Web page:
Jailed Thugs is a Good Result for Irish Football

October 11, 2007 at 9:53 pm 2 comments

I was in Derry on Tuesday night watching Bohs lose the League Cup Final. Before the match, a gang of thugs from Dublin attacked a pub in a Protestant part of Derry, shouting ‘Up the Ra’, smashing windows and injuring a customer. By yesterday afternoon, four of these thugs had been sentenced to three months in jail. I have written before about these parasites who latch onto football clubs, and we must not allow them to destroy the enjoyment of sports events. Here are some practical things that I believe should be done to tackle this problem: >>>

Firstly, we have to acknowledge three things:

  • One, this is an ongoing problem. Recently the thugs who have latched onto Bohs have caused trouble in Waterford, thrown missiles at buses in Dorset Street and at our own manager in Longford, put a Shamrock Rovers fan in hospital in a coma, and thrown bottles onto the pitch during the game at Saint Pats a few days before the crime in Derry.
  • Two, this is a very serious problem. These thugs could kill somebody. Last week in England a Bath fan was hospitalised and a Sunday League fan stabbed. In June in Argentina a man was killed in football violence. In February in Sicily a policeman was killed outside a match. This could happen here.
  • Three, only the thugs are responsible for the problem, but we are all responsible for tackling the problem. By ‘we all’, I mean the Government, the police, the courts, the FAI, football clubs, and all ordinary fans, both as citizens helping the police to tackle crime and as fans reclaiming our club and our sport.

Secondly, here are some practical suggestions for action:

  • Football clubs, and other fans, should encourage and highlight and help to finance the activities of non-violent fan groups who bring colour and atmosphere to games, such as the NBB at Bohemians.
  • Football clubs and/or genuine fans groups should make arrangements for home and away fans to meet and mix in pubs or clubhouses before games. This was done very successfully in Belfast before the Setanta Cup Final between Linfield and Drogheda.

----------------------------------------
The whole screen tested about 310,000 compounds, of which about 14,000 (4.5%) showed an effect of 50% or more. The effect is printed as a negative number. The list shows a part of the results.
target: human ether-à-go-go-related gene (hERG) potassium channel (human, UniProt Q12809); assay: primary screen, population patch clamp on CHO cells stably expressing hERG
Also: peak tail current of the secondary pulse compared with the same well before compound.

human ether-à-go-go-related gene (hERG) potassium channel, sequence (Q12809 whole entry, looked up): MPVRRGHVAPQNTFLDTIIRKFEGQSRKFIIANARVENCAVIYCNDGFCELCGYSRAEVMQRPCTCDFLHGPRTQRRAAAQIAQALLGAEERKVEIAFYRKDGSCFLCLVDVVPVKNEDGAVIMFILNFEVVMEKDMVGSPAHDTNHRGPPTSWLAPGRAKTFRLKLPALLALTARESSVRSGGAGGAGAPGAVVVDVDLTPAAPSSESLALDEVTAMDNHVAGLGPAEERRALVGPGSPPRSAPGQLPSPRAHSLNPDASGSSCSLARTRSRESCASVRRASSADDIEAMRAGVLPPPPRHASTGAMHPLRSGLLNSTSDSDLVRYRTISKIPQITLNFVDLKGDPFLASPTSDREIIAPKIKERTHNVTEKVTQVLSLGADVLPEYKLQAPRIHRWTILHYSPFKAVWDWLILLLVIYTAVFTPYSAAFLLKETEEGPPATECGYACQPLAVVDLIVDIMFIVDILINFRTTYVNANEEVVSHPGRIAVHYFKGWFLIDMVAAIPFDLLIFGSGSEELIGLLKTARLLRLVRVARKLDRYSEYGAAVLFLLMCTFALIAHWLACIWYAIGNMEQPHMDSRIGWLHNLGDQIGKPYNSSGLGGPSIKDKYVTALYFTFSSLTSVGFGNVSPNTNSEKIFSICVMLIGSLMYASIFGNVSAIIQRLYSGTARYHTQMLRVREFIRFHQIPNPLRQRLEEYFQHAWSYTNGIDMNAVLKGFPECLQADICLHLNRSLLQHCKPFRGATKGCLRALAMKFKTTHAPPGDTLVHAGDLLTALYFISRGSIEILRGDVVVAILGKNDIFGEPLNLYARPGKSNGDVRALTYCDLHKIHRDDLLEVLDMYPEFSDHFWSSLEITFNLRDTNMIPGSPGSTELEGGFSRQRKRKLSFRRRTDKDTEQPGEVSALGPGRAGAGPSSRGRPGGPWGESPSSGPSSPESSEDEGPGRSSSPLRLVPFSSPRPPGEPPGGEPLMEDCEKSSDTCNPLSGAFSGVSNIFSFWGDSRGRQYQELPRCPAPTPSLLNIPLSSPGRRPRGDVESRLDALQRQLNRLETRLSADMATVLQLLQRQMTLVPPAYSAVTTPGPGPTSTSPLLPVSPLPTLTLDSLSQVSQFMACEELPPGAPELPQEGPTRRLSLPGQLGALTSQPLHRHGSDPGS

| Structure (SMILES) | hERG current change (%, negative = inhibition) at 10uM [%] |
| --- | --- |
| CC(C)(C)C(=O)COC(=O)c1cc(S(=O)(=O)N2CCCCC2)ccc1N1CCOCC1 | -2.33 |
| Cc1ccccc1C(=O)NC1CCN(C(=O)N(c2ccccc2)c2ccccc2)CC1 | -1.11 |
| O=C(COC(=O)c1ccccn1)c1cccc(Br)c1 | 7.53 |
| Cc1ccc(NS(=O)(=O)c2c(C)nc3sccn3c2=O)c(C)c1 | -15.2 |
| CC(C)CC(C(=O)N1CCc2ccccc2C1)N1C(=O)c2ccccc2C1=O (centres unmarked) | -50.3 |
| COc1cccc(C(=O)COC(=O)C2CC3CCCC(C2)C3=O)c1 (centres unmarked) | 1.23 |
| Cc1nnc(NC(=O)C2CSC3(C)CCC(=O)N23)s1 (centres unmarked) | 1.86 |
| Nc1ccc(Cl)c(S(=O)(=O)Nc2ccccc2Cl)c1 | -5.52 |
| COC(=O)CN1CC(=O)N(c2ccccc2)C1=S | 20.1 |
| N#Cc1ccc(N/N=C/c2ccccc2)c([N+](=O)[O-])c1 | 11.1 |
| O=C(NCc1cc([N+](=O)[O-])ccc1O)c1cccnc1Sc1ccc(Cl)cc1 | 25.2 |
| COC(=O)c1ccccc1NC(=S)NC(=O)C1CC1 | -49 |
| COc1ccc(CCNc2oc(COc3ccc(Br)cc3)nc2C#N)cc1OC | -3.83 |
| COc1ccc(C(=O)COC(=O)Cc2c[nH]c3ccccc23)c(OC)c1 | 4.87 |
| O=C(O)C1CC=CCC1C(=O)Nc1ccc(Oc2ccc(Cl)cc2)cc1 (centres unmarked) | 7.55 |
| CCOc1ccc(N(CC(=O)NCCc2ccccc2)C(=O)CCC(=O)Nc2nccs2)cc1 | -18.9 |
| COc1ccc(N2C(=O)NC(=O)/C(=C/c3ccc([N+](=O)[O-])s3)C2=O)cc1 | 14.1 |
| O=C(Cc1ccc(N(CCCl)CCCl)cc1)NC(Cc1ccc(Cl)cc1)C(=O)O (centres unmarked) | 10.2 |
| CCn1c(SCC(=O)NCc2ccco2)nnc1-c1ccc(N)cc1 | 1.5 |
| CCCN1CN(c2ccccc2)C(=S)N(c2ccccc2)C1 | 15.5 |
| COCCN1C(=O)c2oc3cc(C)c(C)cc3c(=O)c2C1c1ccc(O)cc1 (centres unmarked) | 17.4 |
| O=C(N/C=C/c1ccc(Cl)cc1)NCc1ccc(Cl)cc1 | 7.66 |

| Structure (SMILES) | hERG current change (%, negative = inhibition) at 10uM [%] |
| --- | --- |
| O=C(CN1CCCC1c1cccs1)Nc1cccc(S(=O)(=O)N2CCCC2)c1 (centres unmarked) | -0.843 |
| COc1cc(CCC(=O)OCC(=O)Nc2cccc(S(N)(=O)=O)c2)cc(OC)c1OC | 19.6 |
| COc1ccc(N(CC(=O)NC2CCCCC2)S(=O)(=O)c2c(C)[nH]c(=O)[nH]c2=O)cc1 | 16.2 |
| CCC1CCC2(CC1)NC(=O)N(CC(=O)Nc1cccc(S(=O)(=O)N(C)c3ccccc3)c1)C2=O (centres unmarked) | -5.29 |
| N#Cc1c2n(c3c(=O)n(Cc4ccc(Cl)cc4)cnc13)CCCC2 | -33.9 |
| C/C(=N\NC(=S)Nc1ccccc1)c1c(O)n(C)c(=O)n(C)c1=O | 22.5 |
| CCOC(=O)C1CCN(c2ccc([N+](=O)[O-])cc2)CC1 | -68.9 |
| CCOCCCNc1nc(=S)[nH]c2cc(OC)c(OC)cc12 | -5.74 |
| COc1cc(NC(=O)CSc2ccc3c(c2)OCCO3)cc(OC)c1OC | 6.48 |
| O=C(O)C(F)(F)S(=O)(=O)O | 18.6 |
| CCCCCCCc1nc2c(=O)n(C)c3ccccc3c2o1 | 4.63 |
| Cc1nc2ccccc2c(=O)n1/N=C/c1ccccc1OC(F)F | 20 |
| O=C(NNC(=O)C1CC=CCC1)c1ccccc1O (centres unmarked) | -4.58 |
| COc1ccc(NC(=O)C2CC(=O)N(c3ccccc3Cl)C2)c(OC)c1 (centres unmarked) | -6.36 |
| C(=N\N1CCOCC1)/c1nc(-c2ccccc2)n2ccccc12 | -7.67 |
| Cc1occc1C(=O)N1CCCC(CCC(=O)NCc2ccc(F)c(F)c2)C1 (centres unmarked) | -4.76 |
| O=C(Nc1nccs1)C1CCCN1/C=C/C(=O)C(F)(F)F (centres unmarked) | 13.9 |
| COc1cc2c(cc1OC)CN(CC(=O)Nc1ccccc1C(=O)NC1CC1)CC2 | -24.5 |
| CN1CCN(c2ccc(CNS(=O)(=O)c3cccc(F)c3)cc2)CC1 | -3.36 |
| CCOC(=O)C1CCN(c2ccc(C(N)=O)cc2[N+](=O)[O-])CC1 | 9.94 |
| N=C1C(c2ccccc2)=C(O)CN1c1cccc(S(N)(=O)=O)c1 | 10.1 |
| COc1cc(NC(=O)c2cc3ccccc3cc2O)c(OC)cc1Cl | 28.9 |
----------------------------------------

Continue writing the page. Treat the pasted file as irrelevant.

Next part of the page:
• There are some naïve people on the fringes of these gangs, who are being led by others. Any fan who personally knows anybody like this should try to persuade them to join with the majority and get their enjoyment from watching football instead of fighting.
  • The thugs must not be allowed to set the agenda of the atmosphere at matches. When they chant hooligan chants, the non-violent fans should chant louder than them. This has been done in recent weeks, and should continue.
  • The allegiances on match-days must be made clear. It should be the club, and the stewards, and the police, and the genuine fans of both sides, all standing together against the thugs. And the police must be educated in the distinction between thugs and genuine fan groups.
  • Hooligan flags are banned from Dalymount. This should also include sectarian tribal flags, such as the idiotic Papal flag tricolour that has recently appeared. To take this policy further, anybody chanting hooligan or sectarian songs should be identified and banned from the stadium.
  • The FAI should facilitate all clubs in sharing photos of people banned from any stadium, so that they can also be banned from all stadiums. This is already being done by some club stewards, including Bohemians, but it should also be properly organised on a national basis.
  • Where thugs commit crimes, the police should arrest them and charge them with those crimes. If convicted they should be given sentences that will deter future violence. If the police merely minimise the impact of the thugs on the day in question, whether by containing them or moving them around, or if the courts give them minor sentences, then that only encourages repeat behaviour.
  • The law should allow police to effectively tackle football violence outside stadiums. In the UK, the courts can not only ban thugs from attending matches, but they can also ban them from buses, trains, town centres, pubs and bars on match days. In Belgium, police can tackle football-related for 24 hours before and after a match. We should have similar laws here.

No one individual or group can do all of these things, but we should each do however many of them are within our power. And, whatever our differences of opinion about how best to tackle the problem, or however frustrated we may get with each other, we should remember that we are all on the same side, tackling the same problem.


Entry filed under: Culture, Ireland, Sports.

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2 Comments Add your own

  • 1. Rovers  |  October 6, 2008 at 4:37 pm

    I think you should fuck up,first of all the gangs dont hurt normal fans they fight the rival gangs..we should just leave them to it they are only hurting themselves

  • 2. buster  |  December 17, 2008 at 4:15 pm

    This is a good place for tickets to the premiership guys



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A blog by Michael Nugent

Welcome to my blog about living in the maddest country on earth. Please feel free to leave a comment.

I also write Bionic Bohs, a blog about following Bohemians football club in the 1970s.


October 2007
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Bionic Bohs

As mentioned above, if you like Irish football and/or cultural nostalgia, I also write Bionic Bohs, a blog about following Bohs in the 1970s.

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